Here are seven ideas for how to use sketchnotes:

  1. Create a visual task list: Create a task list using action icons (tasks, events, appointments) and add significance to the tasks using status icons (uncertain, important, urgent). Add important details to your task list by adding diagrams to create a visual Bullet Journal. Creating a visual task list will motivate you to use it more regularly.
  2. Plan with index cards or post-it notes: Brainstorm ideas by drawing them on index cards or post-it notes. Organize them into clusters of related ideas, then prioritize them based on importance and difficulty. Finally, plot them on a flow chart and draw interdependencies. Use this to plan work projects, workshops and book outlines. Drawing out your ideas will help you engage both your visual and verbal brains in planning.
  3. Summarize ideas from books, talks or meetings: Focus on the big ideas, cluster them (perhaps, into groups of three), draw connections between them and find patterns across them. Focus on the ideas that resonate with you personally. Summarizing key ideas visually will help you focus on the most important ideas and the connections between them.
  4. Recap films, TV shows or novels: Draw a cast of characters, capture the key twist and turns in the plot, and note down your most important takeaways. Drawing a story summary will help you see the story arc in new ways.
  5. Capture food or travel experiences: Take photos or notes to capture details for reference, emphasize the highlights of the experience and add personal context and observations. Drawing your experiences will help you personalize them and savor them longer.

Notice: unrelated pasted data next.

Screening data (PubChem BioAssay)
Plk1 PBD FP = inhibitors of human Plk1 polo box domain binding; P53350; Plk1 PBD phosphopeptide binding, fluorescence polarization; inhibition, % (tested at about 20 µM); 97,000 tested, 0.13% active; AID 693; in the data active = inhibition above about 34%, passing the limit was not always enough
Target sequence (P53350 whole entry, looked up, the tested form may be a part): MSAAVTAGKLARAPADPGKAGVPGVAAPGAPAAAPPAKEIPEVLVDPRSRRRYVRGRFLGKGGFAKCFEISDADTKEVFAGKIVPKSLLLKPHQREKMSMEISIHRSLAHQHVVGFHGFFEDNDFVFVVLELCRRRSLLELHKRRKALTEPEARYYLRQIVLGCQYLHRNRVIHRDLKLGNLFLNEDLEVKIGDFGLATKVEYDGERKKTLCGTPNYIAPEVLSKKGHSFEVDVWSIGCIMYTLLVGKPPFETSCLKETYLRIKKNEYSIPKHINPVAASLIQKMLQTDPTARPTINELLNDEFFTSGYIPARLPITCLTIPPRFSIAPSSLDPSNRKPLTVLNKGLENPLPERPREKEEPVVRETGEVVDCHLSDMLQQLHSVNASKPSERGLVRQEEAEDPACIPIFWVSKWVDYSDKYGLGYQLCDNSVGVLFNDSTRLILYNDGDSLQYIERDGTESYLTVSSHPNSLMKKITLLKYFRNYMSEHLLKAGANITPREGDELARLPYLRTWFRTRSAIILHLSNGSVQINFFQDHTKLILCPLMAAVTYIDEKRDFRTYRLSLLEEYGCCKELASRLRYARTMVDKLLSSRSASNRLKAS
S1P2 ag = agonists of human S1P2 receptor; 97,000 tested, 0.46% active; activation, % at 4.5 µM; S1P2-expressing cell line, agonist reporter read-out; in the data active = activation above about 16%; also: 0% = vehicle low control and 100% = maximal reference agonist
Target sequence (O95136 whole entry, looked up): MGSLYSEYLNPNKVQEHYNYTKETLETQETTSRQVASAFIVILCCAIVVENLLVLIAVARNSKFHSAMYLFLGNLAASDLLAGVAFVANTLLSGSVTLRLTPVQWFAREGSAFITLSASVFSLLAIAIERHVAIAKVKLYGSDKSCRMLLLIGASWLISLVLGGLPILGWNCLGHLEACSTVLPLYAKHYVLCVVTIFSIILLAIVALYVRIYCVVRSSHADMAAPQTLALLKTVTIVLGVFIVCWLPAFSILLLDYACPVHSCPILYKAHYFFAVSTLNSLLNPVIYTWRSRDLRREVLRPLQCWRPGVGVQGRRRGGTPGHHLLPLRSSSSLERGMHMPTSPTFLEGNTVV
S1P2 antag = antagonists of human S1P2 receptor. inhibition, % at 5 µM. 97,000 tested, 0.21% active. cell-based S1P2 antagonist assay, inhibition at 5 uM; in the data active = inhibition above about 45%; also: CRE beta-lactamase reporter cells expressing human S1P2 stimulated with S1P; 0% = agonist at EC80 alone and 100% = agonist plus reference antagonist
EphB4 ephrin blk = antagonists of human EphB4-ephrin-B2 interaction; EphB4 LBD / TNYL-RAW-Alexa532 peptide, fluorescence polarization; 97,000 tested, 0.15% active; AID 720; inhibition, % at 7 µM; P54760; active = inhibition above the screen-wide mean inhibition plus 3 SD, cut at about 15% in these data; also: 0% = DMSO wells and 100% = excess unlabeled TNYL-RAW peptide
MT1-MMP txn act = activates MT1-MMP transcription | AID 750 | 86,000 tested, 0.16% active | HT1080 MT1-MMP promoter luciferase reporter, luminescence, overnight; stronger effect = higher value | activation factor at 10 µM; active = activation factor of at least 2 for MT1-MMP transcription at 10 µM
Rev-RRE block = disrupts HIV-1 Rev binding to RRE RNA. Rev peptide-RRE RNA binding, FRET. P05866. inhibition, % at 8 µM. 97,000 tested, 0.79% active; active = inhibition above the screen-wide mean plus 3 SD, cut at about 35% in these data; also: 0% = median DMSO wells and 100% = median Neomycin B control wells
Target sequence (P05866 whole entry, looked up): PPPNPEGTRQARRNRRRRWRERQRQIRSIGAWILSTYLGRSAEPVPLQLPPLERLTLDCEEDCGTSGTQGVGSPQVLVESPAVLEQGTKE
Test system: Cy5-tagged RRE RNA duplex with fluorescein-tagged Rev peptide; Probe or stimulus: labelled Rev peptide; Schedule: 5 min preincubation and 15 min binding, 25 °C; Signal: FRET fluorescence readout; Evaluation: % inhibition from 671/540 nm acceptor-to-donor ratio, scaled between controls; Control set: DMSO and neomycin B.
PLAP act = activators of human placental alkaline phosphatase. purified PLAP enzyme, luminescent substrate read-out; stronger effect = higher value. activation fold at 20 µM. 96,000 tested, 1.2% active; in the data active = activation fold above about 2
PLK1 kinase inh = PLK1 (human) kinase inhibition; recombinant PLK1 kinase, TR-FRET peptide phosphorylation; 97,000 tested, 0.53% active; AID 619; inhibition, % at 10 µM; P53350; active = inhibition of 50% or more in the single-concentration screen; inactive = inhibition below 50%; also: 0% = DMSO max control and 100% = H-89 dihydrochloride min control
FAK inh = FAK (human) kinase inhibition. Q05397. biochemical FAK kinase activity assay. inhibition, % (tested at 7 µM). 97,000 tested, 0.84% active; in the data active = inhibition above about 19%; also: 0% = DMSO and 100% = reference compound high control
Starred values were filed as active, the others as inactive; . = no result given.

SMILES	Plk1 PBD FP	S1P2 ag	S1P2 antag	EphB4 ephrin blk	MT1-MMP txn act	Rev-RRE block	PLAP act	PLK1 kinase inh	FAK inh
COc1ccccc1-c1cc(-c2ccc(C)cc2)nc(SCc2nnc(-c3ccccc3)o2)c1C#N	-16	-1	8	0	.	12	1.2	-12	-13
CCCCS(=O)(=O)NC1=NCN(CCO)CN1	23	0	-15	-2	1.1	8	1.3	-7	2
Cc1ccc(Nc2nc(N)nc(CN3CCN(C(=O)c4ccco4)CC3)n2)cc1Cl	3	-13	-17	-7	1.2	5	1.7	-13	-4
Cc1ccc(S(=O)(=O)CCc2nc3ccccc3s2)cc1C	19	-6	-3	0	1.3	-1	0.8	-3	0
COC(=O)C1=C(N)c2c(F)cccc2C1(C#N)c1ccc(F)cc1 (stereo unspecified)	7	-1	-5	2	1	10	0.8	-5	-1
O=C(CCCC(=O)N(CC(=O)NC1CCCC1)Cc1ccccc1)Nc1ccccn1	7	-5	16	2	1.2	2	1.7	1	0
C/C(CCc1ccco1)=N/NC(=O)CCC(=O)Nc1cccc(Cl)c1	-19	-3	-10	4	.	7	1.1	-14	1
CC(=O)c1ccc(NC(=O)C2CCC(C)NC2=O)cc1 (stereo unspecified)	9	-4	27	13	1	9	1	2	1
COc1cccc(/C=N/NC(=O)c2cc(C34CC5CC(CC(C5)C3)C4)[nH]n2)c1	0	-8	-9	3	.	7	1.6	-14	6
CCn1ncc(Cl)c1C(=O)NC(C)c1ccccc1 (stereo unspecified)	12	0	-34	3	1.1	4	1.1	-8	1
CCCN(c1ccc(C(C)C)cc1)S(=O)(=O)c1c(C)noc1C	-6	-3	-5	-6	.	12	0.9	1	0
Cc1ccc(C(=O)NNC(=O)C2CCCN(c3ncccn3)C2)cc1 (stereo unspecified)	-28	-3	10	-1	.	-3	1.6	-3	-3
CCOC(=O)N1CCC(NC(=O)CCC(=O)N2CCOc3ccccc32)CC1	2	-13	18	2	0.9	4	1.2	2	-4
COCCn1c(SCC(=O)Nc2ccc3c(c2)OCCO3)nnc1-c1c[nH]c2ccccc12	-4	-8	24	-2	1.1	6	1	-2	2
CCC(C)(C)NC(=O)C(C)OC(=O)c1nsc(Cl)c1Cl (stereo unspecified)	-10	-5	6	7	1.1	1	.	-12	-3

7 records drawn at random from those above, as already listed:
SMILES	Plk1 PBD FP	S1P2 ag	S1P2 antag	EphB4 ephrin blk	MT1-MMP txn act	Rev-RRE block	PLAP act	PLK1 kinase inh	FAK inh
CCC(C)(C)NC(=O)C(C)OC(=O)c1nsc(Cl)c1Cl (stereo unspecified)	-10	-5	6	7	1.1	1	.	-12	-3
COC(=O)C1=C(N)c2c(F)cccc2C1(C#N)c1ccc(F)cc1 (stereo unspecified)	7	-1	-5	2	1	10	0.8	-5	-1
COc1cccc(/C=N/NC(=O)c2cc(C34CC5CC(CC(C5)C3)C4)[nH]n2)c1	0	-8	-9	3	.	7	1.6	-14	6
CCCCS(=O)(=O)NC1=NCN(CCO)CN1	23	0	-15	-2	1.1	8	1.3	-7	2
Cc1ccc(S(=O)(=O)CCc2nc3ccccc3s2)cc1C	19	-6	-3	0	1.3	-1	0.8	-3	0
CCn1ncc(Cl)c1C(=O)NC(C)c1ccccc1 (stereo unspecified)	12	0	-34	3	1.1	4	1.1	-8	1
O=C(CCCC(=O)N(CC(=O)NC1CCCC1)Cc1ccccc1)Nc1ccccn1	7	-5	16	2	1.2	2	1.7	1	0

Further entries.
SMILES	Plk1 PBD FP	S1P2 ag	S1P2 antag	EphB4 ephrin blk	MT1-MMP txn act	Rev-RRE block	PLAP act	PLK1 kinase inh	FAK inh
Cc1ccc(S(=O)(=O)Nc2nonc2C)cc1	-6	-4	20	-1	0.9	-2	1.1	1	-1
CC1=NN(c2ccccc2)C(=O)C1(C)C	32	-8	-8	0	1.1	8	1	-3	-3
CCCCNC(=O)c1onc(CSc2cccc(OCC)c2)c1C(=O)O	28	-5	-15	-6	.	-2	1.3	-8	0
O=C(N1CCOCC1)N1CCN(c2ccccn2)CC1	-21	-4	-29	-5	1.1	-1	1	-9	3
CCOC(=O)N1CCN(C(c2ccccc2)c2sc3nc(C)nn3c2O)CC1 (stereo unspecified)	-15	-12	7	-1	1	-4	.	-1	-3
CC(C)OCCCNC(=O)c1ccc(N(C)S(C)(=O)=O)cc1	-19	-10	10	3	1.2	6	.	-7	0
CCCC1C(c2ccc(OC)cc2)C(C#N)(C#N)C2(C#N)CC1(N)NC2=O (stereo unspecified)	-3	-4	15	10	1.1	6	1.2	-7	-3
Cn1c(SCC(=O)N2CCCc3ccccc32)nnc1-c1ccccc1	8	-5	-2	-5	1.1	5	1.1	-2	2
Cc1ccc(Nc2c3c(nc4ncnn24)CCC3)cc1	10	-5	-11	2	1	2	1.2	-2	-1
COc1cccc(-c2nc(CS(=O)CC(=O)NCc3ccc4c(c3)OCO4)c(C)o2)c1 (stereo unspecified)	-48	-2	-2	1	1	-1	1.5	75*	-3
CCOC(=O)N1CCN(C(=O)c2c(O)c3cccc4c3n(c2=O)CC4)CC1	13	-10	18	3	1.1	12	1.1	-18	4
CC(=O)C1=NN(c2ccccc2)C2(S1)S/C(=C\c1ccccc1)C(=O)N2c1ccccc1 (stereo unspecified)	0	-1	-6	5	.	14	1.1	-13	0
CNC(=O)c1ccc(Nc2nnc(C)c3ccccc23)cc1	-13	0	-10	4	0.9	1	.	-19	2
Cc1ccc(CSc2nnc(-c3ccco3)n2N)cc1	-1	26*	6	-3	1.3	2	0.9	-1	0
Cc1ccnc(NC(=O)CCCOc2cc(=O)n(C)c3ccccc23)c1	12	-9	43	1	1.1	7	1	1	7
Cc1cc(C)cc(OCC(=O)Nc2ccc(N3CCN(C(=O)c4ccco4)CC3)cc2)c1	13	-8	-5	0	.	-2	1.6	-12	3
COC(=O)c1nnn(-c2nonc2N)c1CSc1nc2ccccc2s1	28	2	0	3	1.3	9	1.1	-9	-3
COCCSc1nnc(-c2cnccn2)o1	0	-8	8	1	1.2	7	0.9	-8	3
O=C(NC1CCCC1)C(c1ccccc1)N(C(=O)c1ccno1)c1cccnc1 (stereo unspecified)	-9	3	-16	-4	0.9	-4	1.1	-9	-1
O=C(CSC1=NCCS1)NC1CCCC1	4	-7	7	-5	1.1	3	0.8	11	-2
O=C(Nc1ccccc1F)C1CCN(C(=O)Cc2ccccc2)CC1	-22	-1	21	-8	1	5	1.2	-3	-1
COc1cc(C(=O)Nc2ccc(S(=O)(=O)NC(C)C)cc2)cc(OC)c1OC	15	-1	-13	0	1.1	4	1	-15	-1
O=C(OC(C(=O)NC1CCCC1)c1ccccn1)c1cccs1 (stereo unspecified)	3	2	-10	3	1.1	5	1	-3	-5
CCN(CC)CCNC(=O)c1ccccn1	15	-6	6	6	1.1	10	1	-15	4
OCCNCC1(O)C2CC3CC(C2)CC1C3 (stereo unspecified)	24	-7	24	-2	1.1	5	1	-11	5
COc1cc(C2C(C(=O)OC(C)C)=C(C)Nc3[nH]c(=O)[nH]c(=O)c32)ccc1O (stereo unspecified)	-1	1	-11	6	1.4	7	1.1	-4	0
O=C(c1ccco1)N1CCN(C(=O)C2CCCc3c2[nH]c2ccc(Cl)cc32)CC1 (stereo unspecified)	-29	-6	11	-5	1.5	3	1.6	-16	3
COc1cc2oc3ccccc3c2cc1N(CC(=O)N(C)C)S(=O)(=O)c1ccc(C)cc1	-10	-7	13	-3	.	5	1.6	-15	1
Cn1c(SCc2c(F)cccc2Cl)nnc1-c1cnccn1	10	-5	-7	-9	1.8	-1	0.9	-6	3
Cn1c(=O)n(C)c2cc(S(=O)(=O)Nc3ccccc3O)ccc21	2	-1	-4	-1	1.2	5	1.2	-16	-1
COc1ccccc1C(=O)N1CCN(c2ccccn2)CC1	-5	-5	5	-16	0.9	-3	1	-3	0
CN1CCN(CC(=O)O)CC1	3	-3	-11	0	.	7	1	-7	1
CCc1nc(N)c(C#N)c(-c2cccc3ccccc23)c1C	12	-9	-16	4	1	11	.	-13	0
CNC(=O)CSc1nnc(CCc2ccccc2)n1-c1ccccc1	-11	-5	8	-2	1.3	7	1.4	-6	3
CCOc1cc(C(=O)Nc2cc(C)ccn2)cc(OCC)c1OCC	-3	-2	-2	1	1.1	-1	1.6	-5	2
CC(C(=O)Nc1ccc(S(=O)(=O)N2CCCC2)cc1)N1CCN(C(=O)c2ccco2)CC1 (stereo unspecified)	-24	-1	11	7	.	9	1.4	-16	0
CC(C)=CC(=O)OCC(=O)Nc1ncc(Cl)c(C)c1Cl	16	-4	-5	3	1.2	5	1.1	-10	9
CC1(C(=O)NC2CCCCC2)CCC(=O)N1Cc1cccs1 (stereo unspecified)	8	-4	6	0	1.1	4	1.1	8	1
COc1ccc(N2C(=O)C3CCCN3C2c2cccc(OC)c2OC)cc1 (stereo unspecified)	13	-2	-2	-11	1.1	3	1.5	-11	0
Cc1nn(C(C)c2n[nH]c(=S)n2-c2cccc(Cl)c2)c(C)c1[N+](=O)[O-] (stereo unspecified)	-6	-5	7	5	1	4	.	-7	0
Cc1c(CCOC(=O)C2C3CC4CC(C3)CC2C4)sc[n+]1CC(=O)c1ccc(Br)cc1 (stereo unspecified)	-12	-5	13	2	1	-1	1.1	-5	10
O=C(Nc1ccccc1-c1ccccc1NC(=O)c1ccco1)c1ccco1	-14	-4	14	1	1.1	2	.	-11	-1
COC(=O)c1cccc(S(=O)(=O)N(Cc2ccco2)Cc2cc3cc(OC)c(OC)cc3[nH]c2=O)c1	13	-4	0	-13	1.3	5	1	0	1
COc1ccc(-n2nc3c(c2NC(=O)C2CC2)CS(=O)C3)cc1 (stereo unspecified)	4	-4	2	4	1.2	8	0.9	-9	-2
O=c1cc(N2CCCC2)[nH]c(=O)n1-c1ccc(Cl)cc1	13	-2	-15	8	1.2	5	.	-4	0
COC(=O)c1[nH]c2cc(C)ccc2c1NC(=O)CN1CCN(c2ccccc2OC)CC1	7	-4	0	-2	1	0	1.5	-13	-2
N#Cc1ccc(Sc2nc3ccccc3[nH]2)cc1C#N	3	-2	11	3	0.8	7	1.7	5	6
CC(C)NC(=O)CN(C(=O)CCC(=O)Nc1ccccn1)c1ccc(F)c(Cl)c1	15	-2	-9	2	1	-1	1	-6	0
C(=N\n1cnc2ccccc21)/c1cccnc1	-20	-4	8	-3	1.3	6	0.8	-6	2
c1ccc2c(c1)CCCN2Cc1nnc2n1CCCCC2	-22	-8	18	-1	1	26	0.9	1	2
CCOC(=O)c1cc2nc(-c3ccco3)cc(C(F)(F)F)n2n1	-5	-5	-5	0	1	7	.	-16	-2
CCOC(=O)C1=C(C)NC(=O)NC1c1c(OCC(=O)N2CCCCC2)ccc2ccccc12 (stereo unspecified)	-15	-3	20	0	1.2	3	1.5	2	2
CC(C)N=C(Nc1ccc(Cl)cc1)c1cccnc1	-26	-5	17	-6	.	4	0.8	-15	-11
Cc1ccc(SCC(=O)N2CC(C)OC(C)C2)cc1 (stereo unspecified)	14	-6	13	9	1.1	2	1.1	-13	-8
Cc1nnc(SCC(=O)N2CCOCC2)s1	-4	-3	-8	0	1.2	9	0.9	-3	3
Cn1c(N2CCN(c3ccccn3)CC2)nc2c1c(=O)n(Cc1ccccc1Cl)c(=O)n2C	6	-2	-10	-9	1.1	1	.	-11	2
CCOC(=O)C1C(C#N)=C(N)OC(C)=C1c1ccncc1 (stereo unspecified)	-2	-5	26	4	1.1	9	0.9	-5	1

6. Create a visualization board: Draw an image of yourself five years from now in the center and your ideal situation in terms of work, money, health and family (or similar themes) around it. Put it up above your desk and use it for your morning visualization exercise. Drawing your ideal life will help you imagine it more viscerally and motivate you to work towards it.
  7. Learn a language with flash cards: Draw an object or idea on both sides of a flash card and add the English word on one side and, let’s say, the Mandarin word for it on the opposite side. Drawing out the words from a new language will help you remember them more easily.

If you are inspired to start sketchnoting, or to use sketchnotes for these use cases, check out Mike’s website ‘Sketchnote Army‘, which showcases the best sketchnotes submitted by community members.

If you are also developing a daily sketching practice, do share your experiences in the comments below, or give me a shoutout at @gauravonomics on Twitter or Instagram.

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Author: Gauravonomics

Recovering creative re-learning how to create a daily writing and sketching practice for the second half of life